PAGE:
Evolving DES Platforms
Drug-eluting stents (DES) have become the standard of care for the treatment of coronary artery disease. However, late stent thrombosis has emerged as a major concern, especially in 'off-label' use. Pathologic studies of patients dying from late DES thrombosis demonstrate delayed arterial healing, characterized by persistent fibrin deposition and poor endothelialization as the primary substrate. The main mechanisms of DES late thrombosis are localized hypersensitivity reaction, stent malapposition, usage in AMI, bifurcation lesions, and fractures. Therefore, next-generation drug eluting stents are being developed to increase the safety and biocompatibility by optimizing the three major components of DES: the stent platform, the polymer and the drug. Stents with thinner struts are endothelialized more rapidly and cause less vessel-wall injury. Non-erodable polymers applied thinly and without defect or cracking cause less inflammation and will result in better long-term safety. Furthermore, use of biodegradable polymers, which fully degrade and leave a bare metal stent, will result in less inflammation. The choice of drug, dose and release kinetics should also be optimized. In addition to the improvement of DES components, new approaches, such as polymer-free drug delivery, prohealing approach and fully biodegradable stents, are emerging. Importantly, these technologies focus not only on efficacy but also on safety. The next-generation DES should have the goals of improving endothelialization and more rapid arterial healing compared with first- and second-generation DES.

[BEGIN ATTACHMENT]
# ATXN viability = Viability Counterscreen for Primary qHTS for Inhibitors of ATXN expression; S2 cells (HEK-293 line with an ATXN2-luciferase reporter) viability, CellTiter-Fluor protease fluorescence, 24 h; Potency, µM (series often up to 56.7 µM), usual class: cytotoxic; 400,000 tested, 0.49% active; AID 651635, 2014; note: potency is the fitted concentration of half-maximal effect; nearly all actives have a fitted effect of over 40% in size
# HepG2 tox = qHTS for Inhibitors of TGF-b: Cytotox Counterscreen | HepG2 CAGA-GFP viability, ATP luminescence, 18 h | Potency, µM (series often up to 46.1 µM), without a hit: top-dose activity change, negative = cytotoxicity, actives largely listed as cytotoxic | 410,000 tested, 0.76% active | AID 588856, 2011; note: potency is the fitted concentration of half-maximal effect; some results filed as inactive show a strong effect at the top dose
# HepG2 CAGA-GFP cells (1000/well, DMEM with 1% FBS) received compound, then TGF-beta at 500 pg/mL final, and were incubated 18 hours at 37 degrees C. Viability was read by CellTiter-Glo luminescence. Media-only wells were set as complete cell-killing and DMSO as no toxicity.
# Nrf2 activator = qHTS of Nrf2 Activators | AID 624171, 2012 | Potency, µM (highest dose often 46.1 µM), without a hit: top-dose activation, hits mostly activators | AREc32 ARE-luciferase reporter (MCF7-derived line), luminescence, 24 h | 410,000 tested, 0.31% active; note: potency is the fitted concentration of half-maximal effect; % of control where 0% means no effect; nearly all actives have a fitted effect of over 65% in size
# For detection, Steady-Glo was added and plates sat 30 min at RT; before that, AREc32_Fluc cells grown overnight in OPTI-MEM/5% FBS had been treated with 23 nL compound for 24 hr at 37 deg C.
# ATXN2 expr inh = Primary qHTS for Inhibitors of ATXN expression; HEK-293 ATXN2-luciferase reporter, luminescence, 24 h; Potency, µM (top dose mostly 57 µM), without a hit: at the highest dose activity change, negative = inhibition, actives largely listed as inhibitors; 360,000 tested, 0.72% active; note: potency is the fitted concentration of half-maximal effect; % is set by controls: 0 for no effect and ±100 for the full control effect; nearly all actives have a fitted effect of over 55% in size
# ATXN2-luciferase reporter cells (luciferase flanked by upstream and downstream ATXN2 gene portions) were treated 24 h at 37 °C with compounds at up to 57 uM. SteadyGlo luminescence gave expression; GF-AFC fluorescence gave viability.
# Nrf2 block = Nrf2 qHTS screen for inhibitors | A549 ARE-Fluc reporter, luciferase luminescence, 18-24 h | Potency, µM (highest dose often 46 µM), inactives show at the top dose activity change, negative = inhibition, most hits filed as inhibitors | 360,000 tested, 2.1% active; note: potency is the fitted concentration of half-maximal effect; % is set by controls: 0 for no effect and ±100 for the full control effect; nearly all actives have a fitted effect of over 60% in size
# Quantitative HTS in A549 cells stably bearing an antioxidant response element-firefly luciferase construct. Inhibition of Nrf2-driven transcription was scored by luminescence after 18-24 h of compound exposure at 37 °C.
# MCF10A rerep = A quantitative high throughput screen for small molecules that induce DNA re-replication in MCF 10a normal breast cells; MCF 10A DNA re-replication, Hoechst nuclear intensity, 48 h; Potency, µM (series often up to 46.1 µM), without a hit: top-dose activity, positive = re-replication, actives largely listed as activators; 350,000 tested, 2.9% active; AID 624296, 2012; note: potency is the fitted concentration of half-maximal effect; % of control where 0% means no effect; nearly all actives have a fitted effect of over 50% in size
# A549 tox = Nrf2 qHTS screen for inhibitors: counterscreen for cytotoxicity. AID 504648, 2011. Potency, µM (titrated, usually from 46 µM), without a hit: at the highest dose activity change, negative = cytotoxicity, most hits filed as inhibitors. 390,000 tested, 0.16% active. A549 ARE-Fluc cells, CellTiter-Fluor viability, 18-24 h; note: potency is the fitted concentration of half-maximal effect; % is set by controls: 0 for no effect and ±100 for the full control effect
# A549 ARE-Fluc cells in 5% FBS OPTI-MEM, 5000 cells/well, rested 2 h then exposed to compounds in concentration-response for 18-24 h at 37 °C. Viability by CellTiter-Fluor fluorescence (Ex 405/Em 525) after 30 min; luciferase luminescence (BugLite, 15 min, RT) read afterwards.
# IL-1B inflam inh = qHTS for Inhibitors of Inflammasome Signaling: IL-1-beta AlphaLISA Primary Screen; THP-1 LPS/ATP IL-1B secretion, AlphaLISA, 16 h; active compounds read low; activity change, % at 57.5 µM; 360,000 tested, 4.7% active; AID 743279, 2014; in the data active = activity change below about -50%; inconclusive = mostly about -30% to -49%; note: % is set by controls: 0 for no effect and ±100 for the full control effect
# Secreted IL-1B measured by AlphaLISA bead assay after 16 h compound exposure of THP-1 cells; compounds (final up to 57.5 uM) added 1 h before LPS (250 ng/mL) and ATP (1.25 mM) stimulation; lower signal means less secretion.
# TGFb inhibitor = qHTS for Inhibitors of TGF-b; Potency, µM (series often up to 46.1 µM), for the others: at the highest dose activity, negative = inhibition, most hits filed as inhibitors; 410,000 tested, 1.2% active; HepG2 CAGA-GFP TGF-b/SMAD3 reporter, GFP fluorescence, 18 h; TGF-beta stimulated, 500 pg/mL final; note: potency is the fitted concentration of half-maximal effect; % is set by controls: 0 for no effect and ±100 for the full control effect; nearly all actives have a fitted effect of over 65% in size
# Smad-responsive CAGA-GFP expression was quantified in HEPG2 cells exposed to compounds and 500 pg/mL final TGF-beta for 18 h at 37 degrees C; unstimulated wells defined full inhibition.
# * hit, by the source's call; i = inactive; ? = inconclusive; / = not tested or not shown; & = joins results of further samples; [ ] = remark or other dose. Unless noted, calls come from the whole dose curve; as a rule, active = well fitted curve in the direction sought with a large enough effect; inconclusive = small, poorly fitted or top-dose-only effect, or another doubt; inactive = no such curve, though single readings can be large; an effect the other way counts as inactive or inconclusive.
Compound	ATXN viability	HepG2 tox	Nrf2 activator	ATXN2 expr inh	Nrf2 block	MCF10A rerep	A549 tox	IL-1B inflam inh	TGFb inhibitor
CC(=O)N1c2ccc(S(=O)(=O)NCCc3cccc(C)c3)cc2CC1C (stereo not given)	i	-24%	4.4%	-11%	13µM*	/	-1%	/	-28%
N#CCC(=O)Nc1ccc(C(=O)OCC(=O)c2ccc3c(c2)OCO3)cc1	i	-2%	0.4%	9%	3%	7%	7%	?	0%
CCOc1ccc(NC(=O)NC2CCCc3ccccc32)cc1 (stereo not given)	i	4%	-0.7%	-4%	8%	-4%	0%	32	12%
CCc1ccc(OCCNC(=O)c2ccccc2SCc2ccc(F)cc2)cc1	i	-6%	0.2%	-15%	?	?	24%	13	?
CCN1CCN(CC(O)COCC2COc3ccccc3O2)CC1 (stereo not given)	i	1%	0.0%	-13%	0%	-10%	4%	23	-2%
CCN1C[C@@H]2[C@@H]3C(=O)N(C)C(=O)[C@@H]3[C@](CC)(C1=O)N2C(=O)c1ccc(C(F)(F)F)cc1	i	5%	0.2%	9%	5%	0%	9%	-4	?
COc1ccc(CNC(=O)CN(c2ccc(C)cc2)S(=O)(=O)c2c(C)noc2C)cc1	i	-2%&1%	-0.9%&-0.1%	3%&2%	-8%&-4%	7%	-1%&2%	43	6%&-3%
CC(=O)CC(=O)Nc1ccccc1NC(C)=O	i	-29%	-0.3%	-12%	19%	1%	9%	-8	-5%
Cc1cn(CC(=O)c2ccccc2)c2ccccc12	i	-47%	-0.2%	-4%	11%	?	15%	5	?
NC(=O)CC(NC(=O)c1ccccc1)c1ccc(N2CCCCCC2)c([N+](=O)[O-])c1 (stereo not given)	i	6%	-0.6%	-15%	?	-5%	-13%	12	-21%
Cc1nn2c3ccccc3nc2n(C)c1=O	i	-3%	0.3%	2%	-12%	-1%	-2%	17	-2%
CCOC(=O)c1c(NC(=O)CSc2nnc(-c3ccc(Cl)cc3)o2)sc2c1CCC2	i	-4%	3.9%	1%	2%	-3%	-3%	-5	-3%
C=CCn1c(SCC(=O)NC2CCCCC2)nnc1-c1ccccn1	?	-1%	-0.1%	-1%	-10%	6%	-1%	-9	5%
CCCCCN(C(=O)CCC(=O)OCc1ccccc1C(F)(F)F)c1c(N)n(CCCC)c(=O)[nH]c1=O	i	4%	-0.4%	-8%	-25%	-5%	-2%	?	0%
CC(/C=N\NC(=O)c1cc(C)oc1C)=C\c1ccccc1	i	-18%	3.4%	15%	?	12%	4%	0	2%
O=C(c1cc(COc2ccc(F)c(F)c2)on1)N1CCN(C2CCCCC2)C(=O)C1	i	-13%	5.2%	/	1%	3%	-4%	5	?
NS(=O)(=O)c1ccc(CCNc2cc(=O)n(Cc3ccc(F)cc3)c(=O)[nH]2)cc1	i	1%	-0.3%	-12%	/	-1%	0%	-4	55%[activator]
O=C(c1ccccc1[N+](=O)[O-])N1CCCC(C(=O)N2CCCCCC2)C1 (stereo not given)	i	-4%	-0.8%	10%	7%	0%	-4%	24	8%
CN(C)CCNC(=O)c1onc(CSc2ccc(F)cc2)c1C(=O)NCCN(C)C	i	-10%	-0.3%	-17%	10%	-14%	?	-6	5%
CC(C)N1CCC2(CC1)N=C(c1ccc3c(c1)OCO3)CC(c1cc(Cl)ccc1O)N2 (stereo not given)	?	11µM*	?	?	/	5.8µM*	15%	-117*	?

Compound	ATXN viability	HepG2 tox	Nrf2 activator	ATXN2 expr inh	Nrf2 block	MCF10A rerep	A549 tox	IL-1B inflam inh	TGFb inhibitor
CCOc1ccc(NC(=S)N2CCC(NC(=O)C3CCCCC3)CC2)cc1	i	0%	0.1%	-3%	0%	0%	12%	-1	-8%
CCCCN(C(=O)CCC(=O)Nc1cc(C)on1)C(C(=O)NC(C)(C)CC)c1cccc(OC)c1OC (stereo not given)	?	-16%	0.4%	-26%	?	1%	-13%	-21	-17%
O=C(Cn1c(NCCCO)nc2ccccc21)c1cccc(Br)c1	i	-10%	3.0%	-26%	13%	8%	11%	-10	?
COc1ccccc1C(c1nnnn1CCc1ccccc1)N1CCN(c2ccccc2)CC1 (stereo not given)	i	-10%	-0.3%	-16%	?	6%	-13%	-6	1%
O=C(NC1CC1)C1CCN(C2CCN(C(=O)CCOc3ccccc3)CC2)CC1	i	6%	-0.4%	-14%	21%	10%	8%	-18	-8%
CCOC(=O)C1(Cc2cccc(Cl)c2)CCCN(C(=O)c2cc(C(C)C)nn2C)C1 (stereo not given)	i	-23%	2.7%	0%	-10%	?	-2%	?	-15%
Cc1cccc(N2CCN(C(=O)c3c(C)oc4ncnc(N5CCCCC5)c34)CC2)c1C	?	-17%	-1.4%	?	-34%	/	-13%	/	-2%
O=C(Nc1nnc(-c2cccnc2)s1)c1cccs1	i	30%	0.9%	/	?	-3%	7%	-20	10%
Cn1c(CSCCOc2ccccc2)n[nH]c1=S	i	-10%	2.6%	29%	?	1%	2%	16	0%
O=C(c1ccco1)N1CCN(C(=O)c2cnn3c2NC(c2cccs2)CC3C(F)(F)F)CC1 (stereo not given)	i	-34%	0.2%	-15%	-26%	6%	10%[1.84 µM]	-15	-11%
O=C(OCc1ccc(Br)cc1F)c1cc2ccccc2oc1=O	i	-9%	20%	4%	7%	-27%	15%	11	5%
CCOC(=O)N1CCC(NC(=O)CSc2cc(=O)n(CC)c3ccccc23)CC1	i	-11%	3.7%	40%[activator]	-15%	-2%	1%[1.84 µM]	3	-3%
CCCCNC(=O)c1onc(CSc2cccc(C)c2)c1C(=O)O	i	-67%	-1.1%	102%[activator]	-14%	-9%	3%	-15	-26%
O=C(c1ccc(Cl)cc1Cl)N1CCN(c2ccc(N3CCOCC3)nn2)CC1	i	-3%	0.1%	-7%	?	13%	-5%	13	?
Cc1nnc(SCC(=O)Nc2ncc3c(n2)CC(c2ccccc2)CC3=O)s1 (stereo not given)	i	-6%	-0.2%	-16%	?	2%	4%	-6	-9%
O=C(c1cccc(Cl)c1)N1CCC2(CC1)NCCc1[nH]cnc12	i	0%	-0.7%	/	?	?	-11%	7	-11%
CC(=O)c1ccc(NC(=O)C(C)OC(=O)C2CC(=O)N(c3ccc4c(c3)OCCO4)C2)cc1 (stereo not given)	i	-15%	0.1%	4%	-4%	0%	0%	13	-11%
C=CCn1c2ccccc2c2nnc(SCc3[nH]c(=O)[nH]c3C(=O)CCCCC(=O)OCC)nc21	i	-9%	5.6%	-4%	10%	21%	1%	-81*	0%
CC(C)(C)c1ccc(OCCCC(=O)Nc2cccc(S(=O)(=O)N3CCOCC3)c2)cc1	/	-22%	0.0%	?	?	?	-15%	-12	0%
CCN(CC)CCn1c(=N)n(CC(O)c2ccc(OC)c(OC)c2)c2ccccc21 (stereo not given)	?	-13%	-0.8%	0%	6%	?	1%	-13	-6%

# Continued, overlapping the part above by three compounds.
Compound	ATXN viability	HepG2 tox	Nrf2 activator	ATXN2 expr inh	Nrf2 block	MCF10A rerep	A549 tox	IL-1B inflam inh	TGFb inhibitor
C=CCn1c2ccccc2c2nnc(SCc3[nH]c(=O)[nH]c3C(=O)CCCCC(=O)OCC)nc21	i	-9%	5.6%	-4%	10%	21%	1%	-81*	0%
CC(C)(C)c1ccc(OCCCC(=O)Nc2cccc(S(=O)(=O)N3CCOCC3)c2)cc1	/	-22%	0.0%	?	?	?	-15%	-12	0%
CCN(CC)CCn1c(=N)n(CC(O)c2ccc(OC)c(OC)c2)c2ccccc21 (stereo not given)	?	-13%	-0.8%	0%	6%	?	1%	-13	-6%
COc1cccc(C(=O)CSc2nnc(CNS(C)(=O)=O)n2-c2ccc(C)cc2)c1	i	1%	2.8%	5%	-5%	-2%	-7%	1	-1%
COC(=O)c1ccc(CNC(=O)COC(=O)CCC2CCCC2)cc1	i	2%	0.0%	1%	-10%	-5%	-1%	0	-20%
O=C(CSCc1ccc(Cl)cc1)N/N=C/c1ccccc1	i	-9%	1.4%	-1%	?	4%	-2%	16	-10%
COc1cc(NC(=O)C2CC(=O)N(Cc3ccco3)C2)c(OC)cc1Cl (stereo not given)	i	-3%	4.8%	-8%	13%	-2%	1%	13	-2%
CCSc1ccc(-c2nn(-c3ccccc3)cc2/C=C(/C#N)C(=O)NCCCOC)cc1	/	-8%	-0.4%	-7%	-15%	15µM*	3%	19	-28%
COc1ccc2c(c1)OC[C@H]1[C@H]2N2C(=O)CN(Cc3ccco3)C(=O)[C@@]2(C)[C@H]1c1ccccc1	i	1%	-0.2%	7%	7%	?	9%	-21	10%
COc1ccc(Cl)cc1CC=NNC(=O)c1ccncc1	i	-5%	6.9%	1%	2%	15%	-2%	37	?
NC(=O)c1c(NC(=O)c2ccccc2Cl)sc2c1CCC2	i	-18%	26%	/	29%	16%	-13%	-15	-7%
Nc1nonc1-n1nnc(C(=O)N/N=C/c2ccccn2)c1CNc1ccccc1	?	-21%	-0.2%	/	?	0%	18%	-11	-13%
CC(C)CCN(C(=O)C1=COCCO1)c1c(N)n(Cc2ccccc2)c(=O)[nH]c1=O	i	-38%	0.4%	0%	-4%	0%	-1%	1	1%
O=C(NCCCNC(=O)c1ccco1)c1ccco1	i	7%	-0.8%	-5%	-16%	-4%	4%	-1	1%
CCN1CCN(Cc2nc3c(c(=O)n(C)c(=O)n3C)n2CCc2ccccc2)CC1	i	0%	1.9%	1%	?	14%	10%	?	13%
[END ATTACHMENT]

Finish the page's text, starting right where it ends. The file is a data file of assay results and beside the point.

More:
- © 2010 by American Heart Association, Inc.